Insights · October 29th, 2023

Researchers built an actual automated disinformation model very cheaply – for just $800 – over a period of 2 months. Their artificial intelligence-driven model produces quality content – 20 news articles and 50 tweets daily – that is convincing to the reader (subjectively) 90% of the time.

The researchers did this to prove how dangerously easy it is to weaponize AI for spreading disinformation at scale. They say that with $4,000 per month you could generate 200 articles per day that counter 40+ news outlets with no human interaction whatsoever. This is enough for election interference and to cause general confusion in the expanding sea of Internet information.

Read their article and watch their demo video showing how they built it (don’t worry, they didn’t actually release it).

How do we curb this threat? Here are 5 ways the researcher suggest – although there is the caveat that fully executing them is complex and hard to make happen.

1. Putting AI content detection in browsers
2. Requiring platforms to warn users of AI generated content
3. Having providers detect harmful AI content
4. Regulating powerful AI use
5. Educating the public on AI-generated disinformation

The most powerful hoary of this is #5 – Educating the public on AI-generated disinformation – as we are at the sharp end of the stick as sensory vacuums for new information – both consciously and unconsciously – in the microcosm of out information feeds. Have a read on what Finland is doing re: disinformation:

  • Finland is winning the war on fake news. What it’s learned may be crucial to Western democracy (CNN)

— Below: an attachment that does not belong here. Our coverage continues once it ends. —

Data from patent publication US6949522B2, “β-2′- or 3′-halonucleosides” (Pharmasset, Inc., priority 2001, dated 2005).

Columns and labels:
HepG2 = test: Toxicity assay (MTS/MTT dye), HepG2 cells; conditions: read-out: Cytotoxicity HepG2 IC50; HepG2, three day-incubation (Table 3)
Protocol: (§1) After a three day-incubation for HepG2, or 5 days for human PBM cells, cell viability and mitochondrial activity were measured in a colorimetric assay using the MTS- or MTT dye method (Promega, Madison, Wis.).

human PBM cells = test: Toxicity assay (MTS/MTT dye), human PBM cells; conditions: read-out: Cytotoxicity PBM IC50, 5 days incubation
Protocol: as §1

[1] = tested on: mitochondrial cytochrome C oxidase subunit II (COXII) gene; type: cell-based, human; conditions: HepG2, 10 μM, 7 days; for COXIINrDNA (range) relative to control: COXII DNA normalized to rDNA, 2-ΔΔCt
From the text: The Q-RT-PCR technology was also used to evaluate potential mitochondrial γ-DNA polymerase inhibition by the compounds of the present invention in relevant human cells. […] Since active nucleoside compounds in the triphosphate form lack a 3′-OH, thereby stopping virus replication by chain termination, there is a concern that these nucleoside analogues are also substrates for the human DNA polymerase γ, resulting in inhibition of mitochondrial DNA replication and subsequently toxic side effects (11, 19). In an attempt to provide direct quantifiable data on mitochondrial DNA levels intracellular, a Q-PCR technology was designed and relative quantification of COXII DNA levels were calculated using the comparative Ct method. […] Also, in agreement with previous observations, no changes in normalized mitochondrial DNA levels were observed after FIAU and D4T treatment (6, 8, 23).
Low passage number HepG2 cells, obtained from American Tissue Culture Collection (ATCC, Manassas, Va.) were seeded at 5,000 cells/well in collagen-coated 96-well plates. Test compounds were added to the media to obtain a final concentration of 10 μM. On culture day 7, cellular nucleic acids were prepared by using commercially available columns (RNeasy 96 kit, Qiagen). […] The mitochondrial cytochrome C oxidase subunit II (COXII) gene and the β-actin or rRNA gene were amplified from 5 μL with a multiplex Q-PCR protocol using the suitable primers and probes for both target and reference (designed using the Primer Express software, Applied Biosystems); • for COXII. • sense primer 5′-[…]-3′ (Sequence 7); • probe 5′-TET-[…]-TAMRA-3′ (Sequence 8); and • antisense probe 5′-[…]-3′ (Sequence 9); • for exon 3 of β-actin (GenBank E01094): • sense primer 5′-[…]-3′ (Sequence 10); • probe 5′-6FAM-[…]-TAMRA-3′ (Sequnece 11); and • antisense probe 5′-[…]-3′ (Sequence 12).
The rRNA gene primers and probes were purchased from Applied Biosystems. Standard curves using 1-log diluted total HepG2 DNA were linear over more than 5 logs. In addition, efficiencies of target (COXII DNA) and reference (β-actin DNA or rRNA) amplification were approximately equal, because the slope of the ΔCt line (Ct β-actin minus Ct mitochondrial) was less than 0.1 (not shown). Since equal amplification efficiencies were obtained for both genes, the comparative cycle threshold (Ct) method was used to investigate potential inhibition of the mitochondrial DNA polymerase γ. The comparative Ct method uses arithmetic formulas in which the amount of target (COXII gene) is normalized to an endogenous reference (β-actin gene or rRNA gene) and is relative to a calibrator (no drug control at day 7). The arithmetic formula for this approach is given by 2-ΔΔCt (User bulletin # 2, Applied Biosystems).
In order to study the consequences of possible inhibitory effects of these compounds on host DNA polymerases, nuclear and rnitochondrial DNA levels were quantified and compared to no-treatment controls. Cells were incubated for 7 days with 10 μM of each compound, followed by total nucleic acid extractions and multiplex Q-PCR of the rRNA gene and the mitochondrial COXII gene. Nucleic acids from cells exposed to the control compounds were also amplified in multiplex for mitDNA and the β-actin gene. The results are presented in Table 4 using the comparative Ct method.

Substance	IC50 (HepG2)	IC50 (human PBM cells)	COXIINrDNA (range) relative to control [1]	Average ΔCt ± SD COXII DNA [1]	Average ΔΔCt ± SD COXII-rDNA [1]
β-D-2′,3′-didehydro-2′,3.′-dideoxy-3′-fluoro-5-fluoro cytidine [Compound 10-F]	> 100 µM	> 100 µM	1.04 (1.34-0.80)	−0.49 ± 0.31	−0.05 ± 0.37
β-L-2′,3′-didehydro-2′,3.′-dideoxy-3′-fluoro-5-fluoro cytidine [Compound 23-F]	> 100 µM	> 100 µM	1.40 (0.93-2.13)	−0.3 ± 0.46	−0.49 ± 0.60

Read more about this disinformation experiment here, and read some press about this experiment here:

Are we all doomed? OMG this is the end! What do you think?

The researchers share more thoughts on their website.

When dealing with AI that’s playing chess, playing go, making art, writing poetry — we always seem to go through these phases:

  1. wow, that’s pretty good
  2. but it won’t ever be AS good as humans
  3. WTF!? I just lost WTF????
  4. We’re all doomed
  5. Hang on, we’re not all doomed, maybe this is OK

The researchers think this will be the same. Firstly, you need to understand that in the future, there will be REALLY good disinformation by AI. It will be BETTER than human-made disinformation and it will be able to weave its narrative using all the threads that the Internet (at the time) can provides. We’re talking about media, adverts, AI generated sound/photos/video, celebs, etc. It’s not just one thing, it will be an entire onslaught. And the content and messaging will be as good and convincing as the TikTok/Instagram algorithm is for keeping you watching their videos and reels. And since there’s feedback from metrics, it will be able to steer itself, knowing which ‘buttons to push’ next.

And – perhaps that’s OK. Because people will also become more resilient to this kind of messaging. Think about advertising. If you told someone in the 1940s that you’ll have a device that will show ads 24/7 right in your face (e.g. you phone), they would have told you that it be the end of human decision-making abilities (and I am sure they would say a lot more). But today we’re almost immune to it. We don’t really see ads. Also see the response to the previous question.

A bigger risk would be if one group of people have this tech and the rest of the world does not. Imagine in 10 years from now we have a perfect disinformation machine but only (Italy, Germany, Russia, Korea, Japan… pick one) has had AI tech at all. So, I think sharing is caring. And I tried to shared with Countercloud.

Video Transcription